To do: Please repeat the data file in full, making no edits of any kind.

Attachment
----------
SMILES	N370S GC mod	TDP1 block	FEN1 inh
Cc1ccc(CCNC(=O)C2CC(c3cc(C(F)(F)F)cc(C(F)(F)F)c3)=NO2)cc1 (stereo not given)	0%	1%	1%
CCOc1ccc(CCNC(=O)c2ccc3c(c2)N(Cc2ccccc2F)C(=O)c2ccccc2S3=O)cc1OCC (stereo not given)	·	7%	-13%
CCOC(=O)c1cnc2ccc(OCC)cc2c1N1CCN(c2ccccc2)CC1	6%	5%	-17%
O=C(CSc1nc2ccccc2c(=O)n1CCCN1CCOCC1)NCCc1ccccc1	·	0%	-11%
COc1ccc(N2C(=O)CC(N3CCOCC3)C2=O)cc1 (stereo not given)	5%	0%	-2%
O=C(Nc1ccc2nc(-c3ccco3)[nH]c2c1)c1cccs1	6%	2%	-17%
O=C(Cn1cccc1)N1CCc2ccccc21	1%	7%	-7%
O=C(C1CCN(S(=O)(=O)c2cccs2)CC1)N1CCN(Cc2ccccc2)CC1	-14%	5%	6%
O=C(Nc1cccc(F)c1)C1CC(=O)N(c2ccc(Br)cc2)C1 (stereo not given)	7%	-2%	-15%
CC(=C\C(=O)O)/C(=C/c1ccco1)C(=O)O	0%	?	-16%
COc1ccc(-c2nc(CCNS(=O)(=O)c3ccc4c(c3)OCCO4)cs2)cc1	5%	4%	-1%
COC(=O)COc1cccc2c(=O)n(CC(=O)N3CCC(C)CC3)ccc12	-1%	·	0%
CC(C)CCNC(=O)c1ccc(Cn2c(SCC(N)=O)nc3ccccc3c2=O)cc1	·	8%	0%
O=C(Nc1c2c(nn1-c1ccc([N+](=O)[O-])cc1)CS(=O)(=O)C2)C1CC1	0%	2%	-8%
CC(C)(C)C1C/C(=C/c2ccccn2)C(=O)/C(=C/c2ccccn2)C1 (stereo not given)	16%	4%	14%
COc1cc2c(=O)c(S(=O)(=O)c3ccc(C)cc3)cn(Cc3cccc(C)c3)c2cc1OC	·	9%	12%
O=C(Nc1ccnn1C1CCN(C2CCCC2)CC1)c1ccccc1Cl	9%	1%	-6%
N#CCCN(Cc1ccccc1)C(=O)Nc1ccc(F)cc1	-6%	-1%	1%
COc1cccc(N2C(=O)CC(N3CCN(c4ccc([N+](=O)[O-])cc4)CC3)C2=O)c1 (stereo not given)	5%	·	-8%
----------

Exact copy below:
SMILES	N370S GC mod	TDP1 block	FEN1 inh
Cc1ccc(CCNC(=O)C2CC(c3cc(C(F)(F)F)cc(C(F)(F)F)c3)=NO2)cc1 (stereo not given)	0%	1%	1%
CCOc1ccc(CCNC(=O)c2ccc3c(c2)N(Cc2ccccc2F)C(=O)c2ccccc2S3=O)cc1OCC (stereo not given)	·	7%	-13%
CCOC(=O)c1cnc2ccc(OCC)cc2c1N1CCN(c2ccccc2)CC1	6%	5%	-17%
O=C(CSc1nc2ccccc2c(=O)n1CCCN1CCOCC1)NCCc1ccccc1	·	0%	-11%
COc1ccc(N2C(=O)CC(N3CCOCC3)C2=O)cc1 (stereo not given)	5%	0%	-2%
O=C(Nc1ccc2nc(-c3ccco3)[nH]c2c1)c1cccs1	6%	2%	-17%
O=C(Cn1cccc1)N1CCc2ccccc21	1%	7%	-7%
O=C(C1CCN(S(=O)(=O)c2cccs2)CC1)N1CCN(Cc2ccccc2)CC1	-14%	5%	6%
O=C(Nc1cccc(F)c1)C1CC(=O)N(c2ccc(Br)cc2)C1 (stereo not given)	7%	-2%	-15%
CC(=C\C(=O)O)/C(=C/c1ccco1)C(=O)O	0%	?	-16%
COc1ccc(-c2nc(CCNS(=O)(=O)c3ccc4c(c3)OCCO4)cs2)cc1	5%	4%	-1%
COC(=O)COc1cccc2c(=O)n(CC(=O)N3CCC(C)CC3)ccc12	-1%	·	0%
CC(C)CCNC(=O)c1ccc(Cn2c(SCC(N)=O)nc3ccccc3c2=O)cc1	·	8%	0%
O=C(Nc1c2c(nn1-c1ccc([N+](=O)[O-])cc1)CS(=O)(=O)C2)C1CC1	0%	2%	-8%
CC(C)(C)C1C/C(=C/c2ccccn2)C(=O)/C(=C/c2ccccn2)C1 (stereo not given)	16%	4%	14%
COc1cc2c(=O)c(S(=O)(=O)c3ccc(C)cc3)cn(Cc3cccc(C)c3)c2cc1OC	·	9%	12%
O=C(Nc1ccnn1C1CCN(C2CCCC2)CC1)c1ccccc1Cl	9%	1%	-6%
N#CCCN(Cc1ccccc1)C(=O)Nc1ccc(F)cc1	-6%	-1%	1%
COc1cccc(N2C(=O)CC(N3CCN(c4ccc([N+](=O)[O-])cc4)CC3)C2=O)c1 (stereo not given)	5%	·	-8%